"Part of this is just math — 16 workers for every one retiree 50 years ago, three workers for every retiree now," Warner said.

He also said the tax code needs to be addressed, not necessarily through tax increases but by eliminating deductions. He said the group is looking to impose about $3 in cuts for every $1 in increased revenue.

"Charitable deduction, home mortgage deduction — if we would cut back on some of those, we could actually lower rates and still increase revenues," he said. Warner said the group is "very close" to a deal.


The "gang of six" is not expected to have a report until after the two-week spring recess that starts Monday. The other members on that panel are Sens. Dick Durbin, D-Ill.; Saxby Chambliss, R-Ga.; Kent Conrad, D-N.D.; and Michael Crapo, R-Idaho. Conrad threatened last week that if the group doesn’t come up with something soon, he might propose his own budget plan.

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Filed under Budget, Social Security, Sunday Shows, Taxes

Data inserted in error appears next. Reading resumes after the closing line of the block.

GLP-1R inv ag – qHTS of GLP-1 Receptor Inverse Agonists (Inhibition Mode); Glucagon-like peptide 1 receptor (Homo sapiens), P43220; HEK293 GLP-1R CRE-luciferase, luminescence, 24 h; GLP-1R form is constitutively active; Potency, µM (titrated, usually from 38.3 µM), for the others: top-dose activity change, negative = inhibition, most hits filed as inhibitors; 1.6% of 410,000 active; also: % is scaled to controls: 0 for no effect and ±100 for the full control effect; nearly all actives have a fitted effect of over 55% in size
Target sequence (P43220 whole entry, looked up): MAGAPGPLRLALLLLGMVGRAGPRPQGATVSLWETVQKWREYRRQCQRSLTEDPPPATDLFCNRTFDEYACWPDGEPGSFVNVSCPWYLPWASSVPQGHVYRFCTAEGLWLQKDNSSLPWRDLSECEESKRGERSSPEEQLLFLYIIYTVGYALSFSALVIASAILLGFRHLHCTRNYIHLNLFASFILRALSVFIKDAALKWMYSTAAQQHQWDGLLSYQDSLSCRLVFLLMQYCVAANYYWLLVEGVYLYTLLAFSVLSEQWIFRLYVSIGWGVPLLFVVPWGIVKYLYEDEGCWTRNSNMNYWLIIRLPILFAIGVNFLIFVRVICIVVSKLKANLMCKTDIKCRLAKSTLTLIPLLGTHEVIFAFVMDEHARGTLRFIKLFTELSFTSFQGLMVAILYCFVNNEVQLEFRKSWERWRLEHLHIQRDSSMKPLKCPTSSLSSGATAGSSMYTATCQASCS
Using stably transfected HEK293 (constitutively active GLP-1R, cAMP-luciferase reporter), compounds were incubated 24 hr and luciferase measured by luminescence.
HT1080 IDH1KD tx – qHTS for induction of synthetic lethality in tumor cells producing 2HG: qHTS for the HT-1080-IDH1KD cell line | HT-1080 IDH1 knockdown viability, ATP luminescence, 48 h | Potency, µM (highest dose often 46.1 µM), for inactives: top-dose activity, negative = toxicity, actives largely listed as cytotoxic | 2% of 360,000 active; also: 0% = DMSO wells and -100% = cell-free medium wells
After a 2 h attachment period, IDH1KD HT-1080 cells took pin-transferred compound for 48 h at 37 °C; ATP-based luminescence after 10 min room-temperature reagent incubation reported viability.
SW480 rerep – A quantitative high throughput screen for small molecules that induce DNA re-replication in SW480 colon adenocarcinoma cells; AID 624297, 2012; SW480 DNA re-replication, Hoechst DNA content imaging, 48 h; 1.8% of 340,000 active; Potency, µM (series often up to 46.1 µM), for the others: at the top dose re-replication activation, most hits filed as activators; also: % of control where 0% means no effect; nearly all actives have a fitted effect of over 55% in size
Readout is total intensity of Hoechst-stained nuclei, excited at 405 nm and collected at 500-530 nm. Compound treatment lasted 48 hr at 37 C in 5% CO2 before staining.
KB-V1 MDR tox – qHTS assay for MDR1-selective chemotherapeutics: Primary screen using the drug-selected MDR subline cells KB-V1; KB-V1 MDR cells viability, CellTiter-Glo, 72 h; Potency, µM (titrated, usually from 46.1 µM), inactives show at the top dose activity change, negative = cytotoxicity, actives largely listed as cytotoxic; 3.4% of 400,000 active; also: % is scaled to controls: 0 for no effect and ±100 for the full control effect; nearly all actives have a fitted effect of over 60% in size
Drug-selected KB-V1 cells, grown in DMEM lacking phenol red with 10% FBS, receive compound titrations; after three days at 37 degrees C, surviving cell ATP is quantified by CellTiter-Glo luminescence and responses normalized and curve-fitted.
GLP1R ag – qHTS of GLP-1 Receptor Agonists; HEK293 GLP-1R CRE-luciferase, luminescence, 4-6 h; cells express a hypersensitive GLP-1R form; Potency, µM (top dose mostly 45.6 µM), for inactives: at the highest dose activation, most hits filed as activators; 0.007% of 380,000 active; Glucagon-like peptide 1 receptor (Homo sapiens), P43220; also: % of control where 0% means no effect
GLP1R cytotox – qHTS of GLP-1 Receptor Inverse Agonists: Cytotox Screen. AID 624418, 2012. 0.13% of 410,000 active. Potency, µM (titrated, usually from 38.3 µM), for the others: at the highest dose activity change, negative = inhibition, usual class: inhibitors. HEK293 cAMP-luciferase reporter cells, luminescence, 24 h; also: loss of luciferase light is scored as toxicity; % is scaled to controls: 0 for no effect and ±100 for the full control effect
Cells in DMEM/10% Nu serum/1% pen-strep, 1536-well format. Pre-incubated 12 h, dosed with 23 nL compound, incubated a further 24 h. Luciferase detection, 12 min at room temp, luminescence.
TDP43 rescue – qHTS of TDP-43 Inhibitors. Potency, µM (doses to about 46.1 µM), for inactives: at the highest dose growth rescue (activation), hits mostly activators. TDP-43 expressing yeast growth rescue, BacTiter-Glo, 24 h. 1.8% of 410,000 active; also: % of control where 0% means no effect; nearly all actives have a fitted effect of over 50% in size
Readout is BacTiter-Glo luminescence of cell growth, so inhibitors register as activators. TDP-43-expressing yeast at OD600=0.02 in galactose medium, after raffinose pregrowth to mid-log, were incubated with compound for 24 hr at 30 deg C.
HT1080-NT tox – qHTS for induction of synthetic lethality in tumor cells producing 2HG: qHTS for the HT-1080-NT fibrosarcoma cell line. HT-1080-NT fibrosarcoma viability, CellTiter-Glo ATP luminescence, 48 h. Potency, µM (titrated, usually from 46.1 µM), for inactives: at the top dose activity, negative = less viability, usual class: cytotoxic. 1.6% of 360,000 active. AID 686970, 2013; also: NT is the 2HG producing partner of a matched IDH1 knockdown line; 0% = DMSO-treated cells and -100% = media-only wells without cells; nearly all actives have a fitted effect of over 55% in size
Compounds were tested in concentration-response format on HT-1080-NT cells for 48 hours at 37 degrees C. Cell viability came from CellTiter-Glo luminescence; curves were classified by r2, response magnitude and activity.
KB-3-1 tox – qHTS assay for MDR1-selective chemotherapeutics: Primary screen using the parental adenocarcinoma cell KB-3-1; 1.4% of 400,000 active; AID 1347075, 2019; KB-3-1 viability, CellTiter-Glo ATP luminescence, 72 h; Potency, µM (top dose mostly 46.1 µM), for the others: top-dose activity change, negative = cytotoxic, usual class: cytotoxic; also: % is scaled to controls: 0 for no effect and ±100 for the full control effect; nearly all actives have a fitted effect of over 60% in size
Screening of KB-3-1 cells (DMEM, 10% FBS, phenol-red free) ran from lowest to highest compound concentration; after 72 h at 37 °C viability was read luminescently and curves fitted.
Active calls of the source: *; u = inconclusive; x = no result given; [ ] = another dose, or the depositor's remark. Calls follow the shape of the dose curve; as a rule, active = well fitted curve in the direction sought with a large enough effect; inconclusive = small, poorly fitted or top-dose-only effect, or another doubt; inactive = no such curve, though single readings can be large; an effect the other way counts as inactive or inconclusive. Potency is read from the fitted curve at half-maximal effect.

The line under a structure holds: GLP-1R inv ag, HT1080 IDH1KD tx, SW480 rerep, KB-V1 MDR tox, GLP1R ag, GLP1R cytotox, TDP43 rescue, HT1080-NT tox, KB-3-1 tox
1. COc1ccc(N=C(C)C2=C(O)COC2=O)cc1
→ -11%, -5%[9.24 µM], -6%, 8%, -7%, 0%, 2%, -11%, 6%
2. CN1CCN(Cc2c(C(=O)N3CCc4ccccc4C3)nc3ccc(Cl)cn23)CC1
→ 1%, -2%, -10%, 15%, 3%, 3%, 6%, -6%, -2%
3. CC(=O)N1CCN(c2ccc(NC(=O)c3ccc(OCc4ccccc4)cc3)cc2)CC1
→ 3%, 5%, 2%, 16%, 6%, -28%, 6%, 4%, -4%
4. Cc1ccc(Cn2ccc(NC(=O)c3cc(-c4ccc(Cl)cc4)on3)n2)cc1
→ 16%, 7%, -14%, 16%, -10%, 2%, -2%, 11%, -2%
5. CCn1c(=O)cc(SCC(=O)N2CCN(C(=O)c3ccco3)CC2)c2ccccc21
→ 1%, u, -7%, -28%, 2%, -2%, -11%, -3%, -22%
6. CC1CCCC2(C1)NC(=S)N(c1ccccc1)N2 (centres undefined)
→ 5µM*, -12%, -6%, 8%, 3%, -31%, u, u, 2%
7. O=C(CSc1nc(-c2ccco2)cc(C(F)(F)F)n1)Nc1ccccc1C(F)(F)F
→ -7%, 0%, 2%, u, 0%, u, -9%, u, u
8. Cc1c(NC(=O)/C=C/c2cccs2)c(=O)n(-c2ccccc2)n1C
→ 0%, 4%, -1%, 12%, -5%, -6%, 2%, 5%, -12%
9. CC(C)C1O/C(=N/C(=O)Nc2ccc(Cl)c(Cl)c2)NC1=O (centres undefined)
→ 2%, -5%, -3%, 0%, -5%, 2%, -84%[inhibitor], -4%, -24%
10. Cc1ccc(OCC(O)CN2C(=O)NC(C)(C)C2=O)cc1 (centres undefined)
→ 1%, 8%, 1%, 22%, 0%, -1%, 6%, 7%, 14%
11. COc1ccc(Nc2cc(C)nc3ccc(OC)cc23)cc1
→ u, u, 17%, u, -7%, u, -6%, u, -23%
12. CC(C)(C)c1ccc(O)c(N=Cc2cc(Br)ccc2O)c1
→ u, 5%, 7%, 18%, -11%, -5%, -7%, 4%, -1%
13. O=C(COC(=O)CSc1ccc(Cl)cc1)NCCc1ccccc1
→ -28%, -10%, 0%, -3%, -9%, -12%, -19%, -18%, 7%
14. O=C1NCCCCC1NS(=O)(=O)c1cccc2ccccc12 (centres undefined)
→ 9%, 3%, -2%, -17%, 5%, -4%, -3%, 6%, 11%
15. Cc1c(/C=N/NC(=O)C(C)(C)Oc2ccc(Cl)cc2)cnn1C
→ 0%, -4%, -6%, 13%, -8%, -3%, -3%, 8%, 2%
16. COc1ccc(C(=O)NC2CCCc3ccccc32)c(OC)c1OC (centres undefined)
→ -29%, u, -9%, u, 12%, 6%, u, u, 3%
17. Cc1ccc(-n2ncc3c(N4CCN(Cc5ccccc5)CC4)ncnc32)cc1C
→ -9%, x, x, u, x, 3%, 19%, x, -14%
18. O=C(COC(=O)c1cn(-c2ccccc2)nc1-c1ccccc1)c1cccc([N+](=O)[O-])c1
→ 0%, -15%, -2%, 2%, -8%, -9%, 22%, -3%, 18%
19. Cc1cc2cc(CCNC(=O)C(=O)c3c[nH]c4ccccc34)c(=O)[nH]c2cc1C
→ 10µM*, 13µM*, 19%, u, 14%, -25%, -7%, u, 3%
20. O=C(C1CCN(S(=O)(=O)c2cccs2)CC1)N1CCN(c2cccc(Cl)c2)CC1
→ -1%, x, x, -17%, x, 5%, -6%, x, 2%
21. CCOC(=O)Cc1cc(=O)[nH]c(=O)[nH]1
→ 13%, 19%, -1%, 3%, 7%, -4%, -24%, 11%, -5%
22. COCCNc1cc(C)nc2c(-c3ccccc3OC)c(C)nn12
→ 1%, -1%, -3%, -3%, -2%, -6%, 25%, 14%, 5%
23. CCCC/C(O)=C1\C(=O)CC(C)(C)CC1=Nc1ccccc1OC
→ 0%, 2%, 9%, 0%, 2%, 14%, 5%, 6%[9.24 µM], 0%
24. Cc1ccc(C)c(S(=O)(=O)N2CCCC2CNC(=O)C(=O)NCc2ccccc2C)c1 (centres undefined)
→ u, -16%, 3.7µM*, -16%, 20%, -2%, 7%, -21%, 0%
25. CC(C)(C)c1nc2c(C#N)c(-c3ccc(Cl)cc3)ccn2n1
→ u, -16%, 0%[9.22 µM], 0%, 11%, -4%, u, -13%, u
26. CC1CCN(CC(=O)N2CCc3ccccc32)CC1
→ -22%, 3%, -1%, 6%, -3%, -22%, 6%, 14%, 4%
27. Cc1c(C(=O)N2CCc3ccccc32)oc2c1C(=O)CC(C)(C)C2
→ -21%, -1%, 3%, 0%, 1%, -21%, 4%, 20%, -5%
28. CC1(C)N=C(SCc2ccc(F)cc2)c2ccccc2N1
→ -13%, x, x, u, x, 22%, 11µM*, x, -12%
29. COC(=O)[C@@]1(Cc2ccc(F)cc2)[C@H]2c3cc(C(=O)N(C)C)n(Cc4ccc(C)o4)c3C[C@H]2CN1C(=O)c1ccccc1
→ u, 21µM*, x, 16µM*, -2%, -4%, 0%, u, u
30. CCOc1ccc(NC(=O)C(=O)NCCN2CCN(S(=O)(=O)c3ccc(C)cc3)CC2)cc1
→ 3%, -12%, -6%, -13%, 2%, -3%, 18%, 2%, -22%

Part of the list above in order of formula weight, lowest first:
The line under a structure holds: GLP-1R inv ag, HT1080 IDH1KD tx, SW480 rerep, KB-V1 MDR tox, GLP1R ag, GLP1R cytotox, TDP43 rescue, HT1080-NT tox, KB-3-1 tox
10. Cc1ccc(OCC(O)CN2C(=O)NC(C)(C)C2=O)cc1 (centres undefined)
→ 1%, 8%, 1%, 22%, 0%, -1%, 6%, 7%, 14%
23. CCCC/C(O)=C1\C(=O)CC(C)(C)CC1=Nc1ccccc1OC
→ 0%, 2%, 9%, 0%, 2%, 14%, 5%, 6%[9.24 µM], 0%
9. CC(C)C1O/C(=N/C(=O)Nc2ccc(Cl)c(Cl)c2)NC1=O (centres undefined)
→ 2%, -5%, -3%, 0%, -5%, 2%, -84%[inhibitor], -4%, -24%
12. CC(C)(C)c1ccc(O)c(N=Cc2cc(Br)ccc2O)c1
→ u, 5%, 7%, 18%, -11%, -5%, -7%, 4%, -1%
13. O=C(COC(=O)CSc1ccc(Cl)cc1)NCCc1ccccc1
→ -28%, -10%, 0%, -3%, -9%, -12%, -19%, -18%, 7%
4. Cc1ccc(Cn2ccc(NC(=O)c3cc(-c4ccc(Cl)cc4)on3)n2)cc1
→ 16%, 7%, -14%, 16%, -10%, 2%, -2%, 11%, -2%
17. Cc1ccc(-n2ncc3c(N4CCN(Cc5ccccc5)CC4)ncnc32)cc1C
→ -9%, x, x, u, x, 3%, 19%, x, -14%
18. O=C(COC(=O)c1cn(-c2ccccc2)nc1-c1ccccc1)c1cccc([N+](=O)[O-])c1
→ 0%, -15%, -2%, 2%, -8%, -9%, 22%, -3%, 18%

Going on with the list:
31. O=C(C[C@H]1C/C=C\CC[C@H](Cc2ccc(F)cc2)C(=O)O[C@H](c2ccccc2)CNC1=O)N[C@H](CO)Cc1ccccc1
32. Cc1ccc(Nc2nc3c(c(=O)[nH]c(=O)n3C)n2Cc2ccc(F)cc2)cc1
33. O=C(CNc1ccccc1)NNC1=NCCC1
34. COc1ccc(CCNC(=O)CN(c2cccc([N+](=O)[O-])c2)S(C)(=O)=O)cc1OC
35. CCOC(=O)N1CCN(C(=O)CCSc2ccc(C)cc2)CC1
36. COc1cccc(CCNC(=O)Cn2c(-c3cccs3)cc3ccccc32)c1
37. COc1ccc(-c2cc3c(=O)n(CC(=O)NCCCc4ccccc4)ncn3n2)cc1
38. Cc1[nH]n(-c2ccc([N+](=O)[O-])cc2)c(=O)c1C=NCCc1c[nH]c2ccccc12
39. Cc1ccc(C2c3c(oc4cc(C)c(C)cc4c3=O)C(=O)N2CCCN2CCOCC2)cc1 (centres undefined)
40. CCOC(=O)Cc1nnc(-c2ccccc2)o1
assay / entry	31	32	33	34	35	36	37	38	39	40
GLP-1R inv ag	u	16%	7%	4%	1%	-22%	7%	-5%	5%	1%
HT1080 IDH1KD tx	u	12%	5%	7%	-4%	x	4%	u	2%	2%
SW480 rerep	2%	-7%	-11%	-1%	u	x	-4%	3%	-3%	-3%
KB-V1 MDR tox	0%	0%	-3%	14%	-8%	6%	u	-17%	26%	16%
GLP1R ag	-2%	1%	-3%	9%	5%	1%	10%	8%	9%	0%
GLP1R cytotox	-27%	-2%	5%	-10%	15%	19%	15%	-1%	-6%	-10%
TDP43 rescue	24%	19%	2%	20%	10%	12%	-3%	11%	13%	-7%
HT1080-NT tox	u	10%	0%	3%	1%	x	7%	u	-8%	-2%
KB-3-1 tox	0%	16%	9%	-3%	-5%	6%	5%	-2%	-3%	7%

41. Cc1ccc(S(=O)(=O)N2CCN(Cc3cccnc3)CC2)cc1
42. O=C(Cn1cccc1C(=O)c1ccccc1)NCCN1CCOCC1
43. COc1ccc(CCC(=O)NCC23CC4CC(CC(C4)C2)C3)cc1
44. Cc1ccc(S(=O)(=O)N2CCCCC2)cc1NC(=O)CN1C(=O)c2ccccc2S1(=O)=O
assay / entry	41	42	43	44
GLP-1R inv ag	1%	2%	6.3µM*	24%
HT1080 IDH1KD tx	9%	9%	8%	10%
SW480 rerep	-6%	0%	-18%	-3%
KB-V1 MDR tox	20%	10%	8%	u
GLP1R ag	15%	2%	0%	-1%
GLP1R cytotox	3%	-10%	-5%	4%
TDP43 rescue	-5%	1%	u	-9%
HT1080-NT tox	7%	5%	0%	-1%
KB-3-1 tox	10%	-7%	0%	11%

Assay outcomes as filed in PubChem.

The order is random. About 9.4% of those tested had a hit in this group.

Republican Senators Would Raise Retirement Age in Social Security Reform Measure

Three Republican Senators “on Wednesday will propose a Social Security reform package that would raise the retirement age to 70 and cut benefits for the wealthy,” The Hill reports.

Sens. Lindsey Graham (S.C.), Rand Paul (Ky.) and Mike Lee (Utah) previewed their proposal on Fox News, saying that it will put the entitlement program on a long-term path to solvency without raising taxes.

The senators said that their plan would gradually raise the retirement age from 67 to 70 and would not affect individuals age 56 or older. Graham said that the proposal uses the same formula Congress used to raise the retirement age from 65 to 67, so that people born in 1970 would become the first group to have a retirement age of 70.

Senator Lee said that the “group would like to see the plan brought up this year, but that he would not move to attach it to other legislation.”

"This is a long-term problem. This doesn’t have to be inserted with the continuing resolution or in connection with the debt ceiling. This is something, nonetheless, we need to address this year," he said.

Comparison with debt commission proposal:

President Obama’s debt commission suggests similar changes to Social Security: raising the full retirement age to 69 by 2075 and cutting benefits for upper-income Americans.

Unlike the debt commission’s proposal, the GOP plan does not call for a payroll tax hike to bolster the trust fund.

Update: These three Senators have officially introduced their plan, called the Social Security Solvency and Sustainability Act. A press release provides further details: